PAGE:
18 May 2019
Calls by the head of the National Crime Agency (NCA) for an extra £2.7 billion to be ploughed into fighting serious and organised crime is just another sign that long-term re-investment in policing is needed, according to the chair of Derbyshire Police Federation.
Tony Wetton has backed Lynne Owens, director general of the NCA, who, in announcing the agency’s National Strategic Assessment earlier this week, explained more money needed to be allocated to fighting organised crime.
Ms Owens revealed there are at least 181,000 offenders linked to serious and organised crime in the UK.
“These figures are staggering,” says Tony, “These offenders are preying on our communities and having a massive impact on the law-abiding citizens we seek to protect.
“The Government needs to listen to what the NCA and other policing bodies are telling them. The cuts to police budgets have had a massive impact, leading to a 22,000 reduction in officer numbers and contributing, I believe, to a rise in crime and therefore more and more people becoming victims of crime.
“We now need a proper long-term strategy for investment in policing so police officers can get back to doing the job they signed up to do, tackling crime, keeping order and protecting the vulnerable.”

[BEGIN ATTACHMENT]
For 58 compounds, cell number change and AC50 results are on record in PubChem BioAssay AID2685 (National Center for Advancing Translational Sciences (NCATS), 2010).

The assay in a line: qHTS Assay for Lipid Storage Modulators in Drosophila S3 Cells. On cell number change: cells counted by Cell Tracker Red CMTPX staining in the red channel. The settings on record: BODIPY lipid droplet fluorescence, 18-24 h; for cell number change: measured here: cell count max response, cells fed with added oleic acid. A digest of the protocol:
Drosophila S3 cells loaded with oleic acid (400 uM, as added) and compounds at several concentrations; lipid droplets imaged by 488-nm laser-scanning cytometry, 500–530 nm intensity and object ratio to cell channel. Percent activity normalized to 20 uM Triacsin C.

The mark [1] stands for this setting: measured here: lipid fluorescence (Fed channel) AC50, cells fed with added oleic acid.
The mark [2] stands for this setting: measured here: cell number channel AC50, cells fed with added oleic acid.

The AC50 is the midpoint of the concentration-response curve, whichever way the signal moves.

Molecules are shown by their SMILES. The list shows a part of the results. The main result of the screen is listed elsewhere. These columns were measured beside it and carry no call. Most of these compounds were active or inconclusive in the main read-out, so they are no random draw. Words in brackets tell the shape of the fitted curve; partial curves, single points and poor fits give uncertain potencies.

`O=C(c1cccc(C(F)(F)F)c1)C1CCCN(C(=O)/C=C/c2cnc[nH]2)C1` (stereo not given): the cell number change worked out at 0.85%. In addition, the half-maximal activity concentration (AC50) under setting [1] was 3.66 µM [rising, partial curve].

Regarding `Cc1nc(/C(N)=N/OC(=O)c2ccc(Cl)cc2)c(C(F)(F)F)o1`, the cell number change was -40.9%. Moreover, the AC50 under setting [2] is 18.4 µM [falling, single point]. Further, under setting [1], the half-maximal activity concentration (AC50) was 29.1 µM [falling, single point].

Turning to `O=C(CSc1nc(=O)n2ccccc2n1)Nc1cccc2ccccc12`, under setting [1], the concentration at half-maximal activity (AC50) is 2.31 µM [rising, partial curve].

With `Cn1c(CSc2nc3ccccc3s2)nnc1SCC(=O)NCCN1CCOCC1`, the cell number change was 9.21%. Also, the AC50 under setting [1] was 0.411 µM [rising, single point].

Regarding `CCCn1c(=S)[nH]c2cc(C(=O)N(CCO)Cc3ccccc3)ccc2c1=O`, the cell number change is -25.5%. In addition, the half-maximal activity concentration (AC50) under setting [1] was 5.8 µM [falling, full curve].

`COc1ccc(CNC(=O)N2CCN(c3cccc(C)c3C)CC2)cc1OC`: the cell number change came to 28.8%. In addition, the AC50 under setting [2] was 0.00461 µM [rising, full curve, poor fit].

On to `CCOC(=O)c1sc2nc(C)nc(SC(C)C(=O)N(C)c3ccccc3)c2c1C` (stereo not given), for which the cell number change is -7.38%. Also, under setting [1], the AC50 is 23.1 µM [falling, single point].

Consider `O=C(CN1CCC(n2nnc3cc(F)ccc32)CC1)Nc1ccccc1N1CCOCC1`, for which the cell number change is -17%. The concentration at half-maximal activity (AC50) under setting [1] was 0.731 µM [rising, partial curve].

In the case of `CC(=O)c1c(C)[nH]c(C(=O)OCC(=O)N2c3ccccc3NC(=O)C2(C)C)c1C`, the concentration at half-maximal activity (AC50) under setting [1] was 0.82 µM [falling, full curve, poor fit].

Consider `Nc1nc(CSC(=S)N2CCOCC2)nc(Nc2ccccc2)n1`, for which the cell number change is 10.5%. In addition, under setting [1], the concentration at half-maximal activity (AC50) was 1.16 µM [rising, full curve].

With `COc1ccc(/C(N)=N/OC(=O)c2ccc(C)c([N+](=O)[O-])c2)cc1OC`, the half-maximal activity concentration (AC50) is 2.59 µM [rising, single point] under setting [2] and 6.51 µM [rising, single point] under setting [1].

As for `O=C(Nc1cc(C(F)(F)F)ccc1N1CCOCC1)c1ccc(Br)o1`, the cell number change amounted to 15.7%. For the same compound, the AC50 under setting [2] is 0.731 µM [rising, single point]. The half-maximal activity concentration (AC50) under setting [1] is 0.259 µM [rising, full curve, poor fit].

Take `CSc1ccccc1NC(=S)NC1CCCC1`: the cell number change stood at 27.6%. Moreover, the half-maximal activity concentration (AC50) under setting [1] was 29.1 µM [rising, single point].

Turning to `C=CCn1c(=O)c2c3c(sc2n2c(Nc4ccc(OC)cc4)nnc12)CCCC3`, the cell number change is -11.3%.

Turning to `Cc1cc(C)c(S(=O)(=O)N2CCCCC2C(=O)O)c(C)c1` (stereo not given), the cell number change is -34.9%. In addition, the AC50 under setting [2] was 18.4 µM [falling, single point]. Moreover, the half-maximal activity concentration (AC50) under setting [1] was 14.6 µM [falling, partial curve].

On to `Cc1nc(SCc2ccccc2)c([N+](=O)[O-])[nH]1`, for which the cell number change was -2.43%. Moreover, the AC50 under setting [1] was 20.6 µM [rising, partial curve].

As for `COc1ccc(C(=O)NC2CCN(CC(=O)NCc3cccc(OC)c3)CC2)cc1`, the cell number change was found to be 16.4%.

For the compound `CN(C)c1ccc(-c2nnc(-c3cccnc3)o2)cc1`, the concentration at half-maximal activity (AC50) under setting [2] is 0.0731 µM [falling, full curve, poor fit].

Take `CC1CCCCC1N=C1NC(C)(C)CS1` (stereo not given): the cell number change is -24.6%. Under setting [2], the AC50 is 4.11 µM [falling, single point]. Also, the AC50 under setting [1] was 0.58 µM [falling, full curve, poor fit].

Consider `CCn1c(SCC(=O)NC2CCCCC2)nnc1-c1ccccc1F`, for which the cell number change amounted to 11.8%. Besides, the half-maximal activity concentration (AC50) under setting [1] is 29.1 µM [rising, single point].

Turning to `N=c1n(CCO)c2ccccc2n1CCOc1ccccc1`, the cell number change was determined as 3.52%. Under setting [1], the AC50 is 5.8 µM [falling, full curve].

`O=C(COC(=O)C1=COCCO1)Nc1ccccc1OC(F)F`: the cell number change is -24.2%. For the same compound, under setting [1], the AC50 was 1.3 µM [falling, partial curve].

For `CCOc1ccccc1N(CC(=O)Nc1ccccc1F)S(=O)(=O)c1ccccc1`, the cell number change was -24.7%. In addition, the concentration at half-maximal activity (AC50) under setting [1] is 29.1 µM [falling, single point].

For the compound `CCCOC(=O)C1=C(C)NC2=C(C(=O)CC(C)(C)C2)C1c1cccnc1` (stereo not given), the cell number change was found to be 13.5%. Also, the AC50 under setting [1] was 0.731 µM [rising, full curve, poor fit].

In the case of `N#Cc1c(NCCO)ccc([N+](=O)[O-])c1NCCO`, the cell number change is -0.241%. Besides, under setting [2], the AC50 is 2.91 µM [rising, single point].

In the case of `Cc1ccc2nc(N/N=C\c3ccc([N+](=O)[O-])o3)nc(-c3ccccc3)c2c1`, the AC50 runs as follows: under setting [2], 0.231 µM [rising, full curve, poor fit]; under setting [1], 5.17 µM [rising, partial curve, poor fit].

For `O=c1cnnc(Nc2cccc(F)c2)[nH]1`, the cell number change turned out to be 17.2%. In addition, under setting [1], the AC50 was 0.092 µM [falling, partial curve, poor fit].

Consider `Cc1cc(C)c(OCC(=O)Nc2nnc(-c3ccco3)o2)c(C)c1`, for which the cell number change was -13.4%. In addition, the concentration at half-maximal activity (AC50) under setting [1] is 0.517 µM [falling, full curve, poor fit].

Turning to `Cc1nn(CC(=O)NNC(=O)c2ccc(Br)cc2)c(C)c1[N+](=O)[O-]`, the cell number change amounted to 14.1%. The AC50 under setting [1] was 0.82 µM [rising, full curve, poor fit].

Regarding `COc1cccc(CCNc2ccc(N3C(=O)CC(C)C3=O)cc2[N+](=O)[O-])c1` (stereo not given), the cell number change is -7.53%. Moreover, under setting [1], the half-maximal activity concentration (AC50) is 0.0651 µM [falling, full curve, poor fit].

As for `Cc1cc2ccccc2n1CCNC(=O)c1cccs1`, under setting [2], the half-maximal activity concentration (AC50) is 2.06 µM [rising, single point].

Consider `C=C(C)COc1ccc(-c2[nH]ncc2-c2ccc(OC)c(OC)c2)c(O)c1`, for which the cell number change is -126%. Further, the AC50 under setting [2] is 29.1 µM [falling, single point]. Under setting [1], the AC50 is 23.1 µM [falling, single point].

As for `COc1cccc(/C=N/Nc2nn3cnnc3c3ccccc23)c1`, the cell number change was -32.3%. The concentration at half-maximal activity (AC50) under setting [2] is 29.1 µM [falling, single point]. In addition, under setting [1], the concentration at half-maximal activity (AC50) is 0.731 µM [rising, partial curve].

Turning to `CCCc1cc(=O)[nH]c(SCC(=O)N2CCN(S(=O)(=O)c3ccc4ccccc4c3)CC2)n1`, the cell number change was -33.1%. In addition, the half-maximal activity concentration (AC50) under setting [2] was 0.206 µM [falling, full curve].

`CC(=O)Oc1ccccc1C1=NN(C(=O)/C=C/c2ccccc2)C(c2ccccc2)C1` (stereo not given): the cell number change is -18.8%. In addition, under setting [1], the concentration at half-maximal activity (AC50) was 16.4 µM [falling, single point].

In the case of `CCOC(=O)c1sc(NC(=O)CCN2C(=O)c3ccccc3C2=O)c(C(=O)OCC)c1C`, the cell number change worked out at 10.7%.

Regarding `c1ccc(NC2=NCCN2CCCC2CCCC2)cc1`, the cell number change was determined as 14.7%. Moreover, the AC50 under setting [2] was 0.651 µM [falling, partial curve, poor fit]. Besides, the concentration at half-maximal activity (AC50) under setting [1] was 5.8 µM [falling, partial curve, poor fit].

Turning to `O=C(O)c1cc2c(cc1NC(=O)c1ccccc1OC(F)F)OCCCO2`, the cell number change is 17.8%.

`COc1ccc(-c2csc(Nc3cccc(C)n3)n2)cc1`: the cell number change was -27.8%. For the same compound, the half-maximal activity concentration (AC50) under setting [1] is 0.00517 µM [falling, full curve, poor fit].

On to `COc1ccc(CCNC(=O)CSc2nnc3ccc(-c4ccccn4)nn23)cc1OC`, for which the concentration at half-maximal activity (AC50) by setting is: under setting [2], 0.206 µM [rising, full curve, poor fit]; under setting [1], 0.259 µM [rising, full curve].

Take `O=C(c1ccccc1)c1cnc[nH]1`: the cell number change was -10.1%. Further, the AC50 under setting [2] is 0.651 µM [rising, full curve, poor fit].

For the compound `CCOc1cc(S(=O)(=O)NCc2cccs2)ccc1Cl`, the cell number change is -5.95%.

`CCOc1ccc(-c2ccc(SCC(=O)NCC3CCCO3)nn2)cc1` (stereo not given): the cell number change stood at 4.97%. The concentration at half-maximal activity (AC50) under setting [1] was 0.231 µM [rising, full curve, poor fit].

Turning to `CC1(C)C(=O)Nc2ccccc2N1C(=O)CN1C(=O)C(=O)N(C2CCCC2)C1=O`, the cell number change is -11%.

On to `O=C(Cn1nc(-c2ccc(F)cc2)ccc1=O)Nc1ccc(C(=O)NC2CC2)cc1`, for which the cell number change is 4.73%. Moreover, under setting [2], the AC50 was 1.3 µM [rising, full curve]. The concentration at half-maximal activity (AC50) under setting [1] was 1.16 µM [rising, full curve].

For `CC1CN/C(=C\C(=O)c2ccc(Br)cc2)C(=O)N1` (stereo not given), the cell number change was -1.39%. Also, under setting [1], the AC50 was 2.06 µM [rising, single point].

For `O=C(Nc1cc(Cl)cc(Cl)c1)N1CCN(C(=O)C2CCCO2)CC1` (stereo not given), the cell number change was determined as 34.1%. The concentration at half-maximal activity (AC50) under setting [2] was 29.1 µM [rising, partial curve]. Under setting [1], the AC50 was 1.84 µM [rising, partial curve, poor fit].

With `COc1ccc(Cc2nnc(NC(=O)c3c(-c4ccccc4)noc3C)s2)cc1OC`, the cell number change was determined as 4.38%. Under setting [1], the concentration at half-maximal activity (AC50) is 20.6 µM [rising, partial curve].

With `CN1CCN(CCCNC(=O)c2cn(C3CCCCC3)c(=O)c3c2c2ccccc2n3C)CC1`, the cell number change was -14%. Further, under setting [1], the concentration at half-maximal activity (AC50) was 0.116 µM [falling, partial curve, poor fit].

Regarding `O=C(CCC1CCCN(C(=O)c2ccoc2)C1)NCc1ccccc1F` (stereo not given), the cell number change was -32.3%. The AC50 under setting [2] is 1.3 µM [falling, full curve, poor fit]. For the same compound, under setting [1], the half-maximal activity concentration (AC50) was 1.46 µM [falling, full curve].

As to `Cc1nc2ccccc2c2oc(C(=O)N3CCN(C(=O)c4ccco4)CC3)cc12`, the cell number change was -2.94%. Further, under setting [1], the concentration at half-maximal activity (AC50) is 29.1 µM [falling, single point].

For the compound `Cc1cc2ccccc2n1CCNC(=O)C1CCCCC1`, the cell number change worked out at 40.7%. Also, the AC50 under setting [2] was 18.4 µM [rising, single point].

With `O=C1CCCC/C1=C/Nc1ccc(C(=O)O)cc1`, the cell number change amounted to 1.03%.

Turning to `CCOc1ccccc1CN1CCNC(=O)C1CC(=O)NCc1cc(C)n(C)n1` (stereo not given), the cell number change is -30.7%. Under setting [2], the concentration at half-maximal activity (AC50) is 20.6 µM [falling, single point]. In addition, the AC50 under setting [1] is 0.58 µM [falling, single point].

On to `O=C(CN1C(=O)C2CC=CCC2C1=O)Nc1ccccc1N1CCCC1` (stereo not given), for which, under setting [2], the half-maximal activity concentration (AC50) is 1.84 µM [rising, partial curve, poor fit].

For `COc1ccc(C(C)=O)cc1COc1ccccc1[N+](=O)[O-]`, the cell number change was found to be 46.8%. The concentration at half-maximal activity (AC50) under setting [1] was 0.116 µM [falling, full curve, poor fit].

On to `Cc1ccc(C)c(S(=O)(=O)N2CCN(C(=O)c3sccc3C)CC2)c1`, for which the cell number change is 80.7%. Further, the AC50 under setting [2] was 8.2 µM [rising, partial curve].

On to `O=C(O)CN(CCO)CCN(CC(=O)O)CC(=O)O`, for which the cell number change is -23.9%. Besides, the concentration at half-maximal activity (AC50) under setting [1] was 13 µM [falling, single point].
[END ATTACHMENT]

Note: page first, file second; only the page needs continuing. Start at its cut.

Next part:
National Police Federation chair John Apter has argued the country can no longer go on robbing Peter to pay Paul and called for long-term, sustained investment across all police and law enforcement agencies.
“It is unacceptable that when funding is needed, policing goes to the Chancellor with a begging bowl and receives nothing more than his loose change, and we are then asked to be grateful. This is not the way to keep our public safe,” John said.
And he added: “The protection of the public is, and always will be, the top priority for the police but it must also be a top priority for the Government or else it will continue to fail communities and we will continue to see crime rise.”
Ms Owens said the NCA – which leads the UK’s fight against serious and organised crime – requires an extra £650 million in annual funding, an amount less than the weekly cost of serious and organised crime to the nation.
She explained: “Serious and organised crime in the UK is chronic and corrosive, its scale is truly staggering.”
The NCA’s National Strategic Assessment showed: